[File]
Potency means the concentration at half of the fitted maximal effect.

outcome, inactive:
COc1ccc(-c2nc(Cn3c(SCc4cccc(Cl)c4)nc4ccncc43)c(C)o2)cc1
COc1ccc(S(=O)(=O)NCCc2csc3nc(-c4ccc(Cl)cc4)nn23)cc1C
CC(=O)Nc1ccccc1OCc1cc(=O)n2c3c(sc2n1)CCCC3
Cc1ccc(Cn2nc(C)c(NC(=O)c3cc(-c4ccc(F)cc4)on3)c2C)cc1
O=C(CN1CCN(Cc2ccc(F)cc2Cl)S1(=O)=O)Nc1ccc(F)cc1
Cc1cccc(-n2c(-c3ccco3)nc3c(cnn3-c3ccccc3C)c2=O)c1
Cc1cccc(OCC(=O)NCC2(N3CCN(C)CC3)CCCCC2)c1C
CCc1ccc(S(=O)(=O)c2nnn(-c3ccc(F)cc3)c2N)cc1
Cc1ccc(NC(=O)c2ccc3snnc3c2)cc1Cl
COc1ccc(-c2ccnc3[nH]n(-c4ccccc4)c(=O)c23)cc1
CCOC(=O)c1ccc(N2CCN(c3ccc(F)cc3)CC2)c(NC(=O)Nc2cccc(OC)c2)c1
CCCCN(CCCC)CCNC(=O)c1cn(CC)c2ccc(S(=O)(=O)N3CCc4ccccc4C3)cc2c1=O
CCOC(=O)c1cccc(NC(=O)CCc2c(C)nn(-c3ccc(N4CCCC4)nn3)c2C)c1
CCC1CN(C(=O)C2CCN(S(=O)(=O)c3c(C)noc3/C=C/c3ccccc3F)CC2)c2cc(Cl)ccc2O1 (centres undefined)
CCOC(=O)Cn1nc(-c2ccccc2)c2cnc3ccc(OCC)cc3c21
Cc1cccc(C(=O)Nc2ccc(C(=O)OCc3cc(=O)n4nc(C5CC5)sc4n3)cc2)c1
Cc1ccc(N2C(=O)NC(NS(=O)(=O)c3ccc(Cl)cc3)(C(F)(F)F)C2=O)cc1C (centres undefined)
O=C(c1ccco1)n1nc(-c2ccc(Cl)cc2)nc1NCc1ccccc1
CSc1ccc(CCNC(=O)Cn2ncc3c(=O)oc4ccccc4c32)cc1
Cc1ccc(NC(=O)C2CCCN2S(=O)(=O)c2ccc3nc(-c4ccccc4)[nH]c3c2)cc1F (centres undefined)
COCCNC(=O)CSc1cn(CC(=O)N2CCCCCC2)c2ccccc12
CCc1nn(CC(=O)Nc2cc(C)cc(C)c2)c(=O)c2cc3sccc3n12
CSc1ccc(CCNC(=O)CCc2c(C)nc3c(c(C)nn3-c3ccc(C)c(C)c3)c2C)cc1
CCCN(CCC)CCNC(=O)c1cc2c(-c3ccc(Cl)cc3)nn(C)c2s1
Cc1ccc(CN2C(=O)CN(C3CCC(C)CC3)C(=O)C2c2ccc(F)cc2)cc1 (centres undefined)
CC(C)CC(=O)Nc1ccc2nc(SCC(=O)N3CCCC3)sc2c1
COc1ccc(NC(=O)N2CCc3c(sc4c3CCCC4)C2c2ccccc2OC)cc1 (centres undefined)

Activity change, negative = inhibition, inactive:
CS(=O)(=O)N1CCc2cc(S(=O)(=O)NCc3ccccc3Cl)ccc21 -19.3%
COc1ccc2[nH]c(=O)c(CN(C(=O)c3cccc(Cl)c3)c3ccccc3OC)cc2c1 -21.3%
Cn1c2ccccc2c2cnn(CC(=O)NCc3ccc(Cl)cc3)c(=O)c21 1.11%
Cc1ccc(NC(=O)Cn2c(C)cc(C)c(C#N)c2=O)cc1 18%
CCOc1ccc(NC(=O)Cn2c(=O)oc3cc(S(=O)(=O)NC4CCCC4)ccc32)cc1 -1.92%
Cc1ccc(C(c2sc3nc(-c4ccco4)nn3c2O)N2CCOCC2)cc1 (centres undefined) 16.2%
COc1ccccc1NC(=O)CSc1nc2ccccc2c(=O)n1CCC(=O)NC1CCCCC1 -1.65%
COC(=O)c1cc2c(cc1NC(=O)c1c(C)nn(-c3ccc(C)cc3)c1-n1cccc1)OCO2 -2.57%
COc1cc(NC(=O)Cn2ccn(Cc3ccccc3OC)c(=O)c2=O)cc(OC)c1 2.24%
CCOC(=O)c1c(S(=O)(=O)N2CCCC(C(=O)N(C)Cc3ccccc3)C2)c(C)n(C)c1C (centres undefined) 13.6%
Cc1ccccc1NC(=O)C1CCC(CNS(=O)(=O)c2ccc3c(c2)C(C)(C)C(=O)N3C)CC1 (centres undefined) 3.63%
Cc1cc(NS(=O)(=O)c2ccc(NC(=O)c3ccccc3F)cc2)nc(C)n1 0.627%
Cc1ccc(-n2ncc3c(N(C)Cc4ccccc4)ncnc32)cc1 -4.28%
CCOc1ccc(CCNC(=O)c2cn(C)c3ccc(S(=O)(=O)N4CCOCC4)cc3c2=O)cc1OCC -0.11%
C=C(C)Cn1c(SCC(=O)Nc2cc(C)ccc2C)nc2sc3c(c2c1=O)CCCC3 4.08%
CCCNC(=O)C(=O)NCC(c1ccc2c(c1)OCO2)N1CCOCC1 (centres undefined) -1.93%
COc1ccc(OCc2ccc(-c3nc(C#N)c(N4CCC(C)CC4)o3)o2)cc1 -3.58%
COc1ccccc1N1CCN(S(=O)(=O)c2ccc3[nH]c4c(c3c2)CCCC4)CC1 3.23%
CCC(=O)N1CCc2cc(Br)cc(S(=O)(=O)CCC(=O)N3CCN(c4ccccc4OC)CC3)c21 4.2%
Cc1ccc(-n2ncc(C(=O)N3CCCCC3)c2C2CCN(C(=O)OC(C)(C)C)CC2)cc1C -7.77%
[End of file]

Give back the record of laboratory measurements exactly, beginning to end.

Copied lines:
Potency means the concentration at half of the fitted maximal effect.

outcome, inactive:
COc1ccc(-c2nc(Cn3c(SCc4cccc(Cl)c4)nc4ccncc43)c(C)o2)cc1
COc1ccc(S(=O)(=O)NCCc2csc3nc(-c4ccc(Cl)cc4)nn23)cc1C
CC(=O)Nc1ccccc1OCc1cc(=O)n2c3c(sc2n1)CCCC3
Cc1ccc(Cn2nc(C)c(NC(=O)c3cc(-c4ccc(F)cc4)on3)c2C)cc1
O=C(CN1CCN(Cc2ccc(F)cc2Cl)S1(=O)=O)Nc1ccc(F)cc1
Cc1cccc(-n2c(-c3ccco3)nc3c(cnn3-c3ccccc3C)c2=O)c1
Cc1cccc(OCC(=O)NCC2(N3CCN(C)CC3)CCCCC2)c1C
CCc1ccc(S(=O)(=O)c2nnn(-c3ccc(F)cc3)c2N)cc1
Cc1ccc(NC(=O)c2ccc3snnc3c2)cc1Cl
COc1ccc(-c2ccnc3[nH]n(-c4ccccc4)c(=O)c23)cc1
CCOC(=O)c1ccc(N2CCN(c3ccc(F)cc3)CC2)c(NC(=O)Nc2cccc(OC)c2)c1
CCCCN(CCCC)CCNC(=O)c1cn(CC)c2ccc(S(=O)(=O)N3CCc4ccccc4C3)cc2c1=O
CCOC(=O)c1cccc(NC(=O)CCc2c(C)nn(-c3ccc(N4CCCC4)nn3)c2C)c1
CCC1CN(C(=O)C2CCN(S(=O)(=O)c3c(C)noc3/C=C/c3ccccc3F)CC2)c2cc(Cl)ccc2O1 (centres undefined)
CCOC(=O)Cn1nc(-c2ccccc2)c2cnc3ccc(OCC)cc3c21
Cc1cccc(C(=O)Nc2ccc(C(=O)OCc3cc(=O)n4nc(C5CC5)sc4n3)cc2)c1
Cc1ccc(N2C(=O)NC(NS(=O)(=O)c3ccc(Cl)cc3)(C(F)(F)F)C2=O)cc1C (centres undefined)
O=C(c1ccco1)n1nc(-c2ccc(Cl)cc2)nc1NCc1ccccc1
CSc1ccc(CCNC(=O)Cn2ncc3c(=O)oc4ccccc4c32)cc1
Cc1ccc(NC(=O)C2CCCN2S(=O)(=O)c2ccc3nc(-c4ccccc4)[nH]c3c2)cc1F (centres undefined)
COCCNC(=O)CSc1cn(CC(=O)N2CCCCCC2)c2ccccc12
CCc1nn(CC(=O)Nc2cc(C)cc(C)c2)c(=O)c2cc3sccc3n12
CSc1ccc(CCNC(=O)CCc2c(C)nc3c(c(C)nn3-c3ccc(C)c(C)c3)c2C)cc1
CCCN(CCC)CCNC(=O)c1cc2c(-c3ccc(Cl)cc3)nn(C)c2s1
Cc1ccc(CN2C(=O)CN(C3CCC(C)CC3)C(=O)C2c2ccc(F)cc2)cc1 (centres undefined)
CC(C)CC(=O)Nc1ccc2nc(SCC(=O)N3CCCC3)sc2c1
COc1ccc(NC(=O)N2CCc3c(sc4c3CCCC4)C2c2ccccc2OC)cc1 (centres undefined)

Activity change, negative = inhibition, inactive:
CS(=O)(=O)N1CCc2cc(S(=O)(=O)NCc3ccccc3Cl)ccc21 -19.3%
COc1ccc2[nH]c(=O)c(CN(C(=O)c3cccc(Cl)c3)c3ccccc3OC)cc2c1 -21.3%
Cn1c2ccccc2c2cnn(CC(=O)NCc3ccc(Cl)cc3)c(=O)c21 1.11%
Cc1ccc(NC(=O)Cn2c(C)cc(C)c(C#N)c2=O)cc1 18%
CCOc1ccc(NC(=O)Cn2c(=O)oc3cc(S(=O)(=O)NC4CCCC4)ccc32)cc1 -1.92%
Cc1ccc(C(c2sc3nc(-c4ccco4)nn3c2O)N2CCOCC2)cc1 (centres undefined) 16.2%
COc1ccccc1NC(=O)CSc1nc2ccccc2c(=O)n1CCC(=O)NC1CCCCC1 -1.65%
COC(=O)c1cc2c(cc1NC(=O)c1c(C)nn(-c3ccc(C)cc3)c1-n1cccc1)OCO2 -2.57%
COc1cc(NC(=O)Cn2ccn(Cc3ccccc3OC)c(=O)c2=O)cc(OC)c1 2.24%
CCOC(=O)c1c(S(=O)(=O)N2CCCC(C(=O)N(C)Cc3ccccc3)C2)c(C)n(C)c1C (centres undefined) 13.6%
Cc1ccccc1NC(=O)C1CCC(CNS(=O)(=O)c2ccc3c(c2)C(C)(C)C(=O)N3C)CC1 (centres undefined) 3.63%
Cc1cc(NS(=O)(=O)c2ccc(NC(=O)c3ccccc3F)cc2)nc(C)n1 0.627%
Cc1ccc(-n2ncc3c(N(C)Cc4ccccc4)ncnc32)cc1 -4.28%
CCOc1ccc(CCNC(=O)c2cn(C)c3ccc(S(=O)(=O)N4CCOCC4)cc3c2=O)cc1OCC -0.11%
C=C(C)Cn1c(SCC(=O)Nc2cc(C)ccc2C)nc2sc3c(c2c1=O)CCCC3 4.08%
CCCNC(=O)C(=O)NCC(c1ccc2c(c1)OCO2)N1CCOCC1 (centres undefined) -1.93%
COc1ccc(OCc2ccc(-c3nc(C#N)c(N4CCC(C)CC4)o3)o2)cc1 -3.58%
COc1ccccc1N1CCN(S(=O)(=O)c2ccc3[nH]c4c(c3c2)CCCC4)CC1 3.23%
CCC(=O)N1CCc2cc(Br)cc(S(=O)(=O)CCC(=O)N3CCN(c4ccccc4OC)CC3)c21 4.2%
Cc1ccc(-n2ncc(C(=O)N3CCCCC3)c2C2CCN(C(=O)OC(C)(C)C)CC2)cc1C -7.77%